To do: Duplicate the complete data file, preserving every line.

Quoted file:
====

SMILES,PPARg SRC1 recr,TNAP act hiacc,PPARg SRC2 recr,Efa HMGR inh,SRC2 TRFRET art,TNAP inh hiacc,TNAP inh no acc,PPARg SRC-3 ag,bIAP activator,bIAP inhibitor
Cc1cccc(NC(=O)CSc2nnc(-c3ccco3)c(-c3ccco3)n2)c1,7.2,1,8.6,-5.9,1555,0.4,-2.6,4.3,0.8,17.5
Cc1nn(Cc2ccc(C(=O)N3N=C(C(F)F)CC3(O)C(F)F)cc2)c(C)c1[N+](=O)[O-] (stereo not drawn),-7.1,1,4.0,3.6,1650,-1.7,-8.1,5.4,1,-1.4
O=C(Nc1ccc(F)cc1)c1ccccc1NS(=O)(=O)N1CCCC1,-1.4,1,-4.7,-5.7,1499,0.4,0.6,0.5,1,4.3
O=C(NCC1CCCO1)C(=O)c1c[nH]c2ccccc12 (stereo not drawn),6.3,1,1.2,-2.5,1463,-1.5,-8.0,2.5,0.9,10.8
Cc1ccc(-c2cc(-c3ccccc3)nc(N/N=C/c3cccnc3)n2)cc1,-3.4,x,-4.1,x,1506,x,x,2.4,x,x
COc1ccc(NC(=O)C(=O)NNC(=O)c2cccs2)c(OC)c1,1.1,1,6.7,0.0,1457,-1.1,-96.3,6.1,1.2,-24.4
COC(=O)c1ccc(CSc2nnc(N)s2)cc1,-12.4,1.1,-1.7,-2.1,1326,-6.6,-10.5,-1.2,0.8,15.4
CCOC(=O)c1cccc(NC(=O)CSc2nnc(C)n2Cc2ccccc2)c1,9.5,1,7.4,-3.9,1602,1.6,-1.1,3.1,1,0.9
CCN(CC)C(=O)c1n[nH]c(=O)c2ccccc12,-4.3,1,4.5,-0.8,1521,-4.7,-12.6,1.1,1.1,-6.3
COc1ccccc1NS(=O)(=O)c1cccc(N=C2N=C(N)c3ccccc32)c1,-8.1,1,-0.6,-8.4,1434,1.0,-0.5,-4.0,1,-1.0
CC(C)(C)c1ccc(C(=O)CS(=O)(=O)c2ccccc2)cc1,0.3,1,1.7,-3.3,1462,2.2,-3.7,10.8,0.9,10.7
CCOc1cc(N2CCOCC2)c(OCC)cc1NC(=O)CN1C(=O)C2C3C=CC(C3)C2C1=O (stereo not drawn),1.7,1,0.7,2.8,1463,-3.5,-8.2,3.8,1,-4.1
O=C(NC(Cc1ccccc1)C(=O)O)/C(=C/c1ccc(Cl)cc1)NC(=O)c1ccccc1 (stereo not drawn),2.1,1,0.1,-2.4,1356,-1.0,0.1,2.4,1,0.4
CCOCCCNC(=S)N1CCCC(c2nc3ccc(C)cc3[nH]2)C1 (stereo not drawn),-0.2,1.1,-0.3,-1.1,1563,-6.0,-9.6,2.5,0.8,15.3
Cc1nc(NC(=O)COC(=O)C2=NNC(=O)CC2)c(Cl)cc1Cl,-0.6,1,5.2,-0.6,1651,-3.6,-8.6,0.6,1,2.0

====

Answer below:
SMILES,PPARg SRC1 recr,TNAP act hiacc,PPARg SRC2 recr,Efa HMGR inh,SRC2 TRFRET art,TNAP inh hiacc,TNAP inh no acc,PPARg SRC-3 ag,bIAP activator,bIAP inhibitor
Cc1cccc(NC(=O)CSc2nnc(-c3ccco3)c(-c3ccco3)n2)c1,7.2,1,8.6,-5.9,1555,0.4,-2.6,4.3,0.8,17.5
Cc1nn(Cc2ccc(C(=O)N3N=C(C(F)F)CC3(O)C(F)F)cc2)c(C)c1[N+](=O)[O-] (stereo not drawn),-7.1,1,4.0,3.6,1650,-1.7,-8.1,5.4,1,-1.4
O=C(Nc1ccc(F)cc1)c1ccccc1NS(=O)(=O)N1CCCC1,-1.4,1,-4.7,-5.7,1499,0.4,0.6,0.5,1,4.3
O=C(NCC1CCCO1)C(=O)c1c[nH]c2ccccc12 (stereo not drawn),6.3,1,1.2,-2.5,1463,-1.5,-8.0,2.5,0.9,10.8
Cc1ccc(-c2cc(-c3ccccc3)nc(N/N=C/c3cccnc3)n2)cc1,-3.4,x,-4.1,x,1506,x,x,2.4,x,x
COc1ccc(NC(=O)C(=O)NNC(=O)c2cccs2)c(OC)c1,1.1,1,6.7,0.0,1457,-1.1,-96.3,6.1,1.2,-24.4
COC(=O)c1ccc(CSc2nnc(N)s2)cc1,-12.4,1.1,-1.7,-2.1,1326,-6.6,-10.5,-1.2,0.8,15.4
CCOC(=O)c1cccc(NC(=O)CSc2nnc(C)n2Cc2ccccc2)c1,9.5,1,7.4,-3.9,1602,1.6,-1.1,3.1,1,0.9
CCN(CC)C(=O)c1n[nH]c(=O)c2ccccc12,-4.3,1,4.5,-0.8,1521,-4.7,-12.6,1.1,1.1,-6.3
COc1ccccc1NS(=O)(=O)c1cccc(N=C2N=C(N)c3ccccc32)c1,-8.1,1,-0.6,-8.4,1434,1.0,-0.5,-4.0,1,-1.0
CC(C)(C)c1ccc(C(=O)CS(=O)(=O)c2ccccc2)cc1,0.3,1,1.7,-3.3,1462,2.2,-3.7,10.8,0.9,10.7
CCOc1cc(N2CCOCC2)c(OCC)cc1NC(=O)CN1C(=O)C2C3C=CC(C3)C2C1=O (stereo not drawn),1.7,1,0.7,2.8,1463,-3.5,-8.2,3.8,1,-4.1
O=C(NC(Cc1ccccc1)C(=O)O)/C(=C/c1ccc(Cl)cc1)NC(=O)c1ccccc1 (stereo not drawn),2.1,1,0.1,-2.4,1356,-1.0,0.1,2.4,1,0.4
CCOCCCNC(=S)N1CCCC(c2nc3ccc(C)cc3[nH]2)C1 (stereo not drawn),-0.2,1.1,-0.3,-1.1,1563,-6.0,-9.6,2.5,0.8,15.3
Cc1nc(NC(=O)COC(=O)C2=NNC(=O)CC2)c(Cl)cc1Cl,-0.6,1,5.2,-0.6,1651,-3.6,-8.6,0.6,1,2.0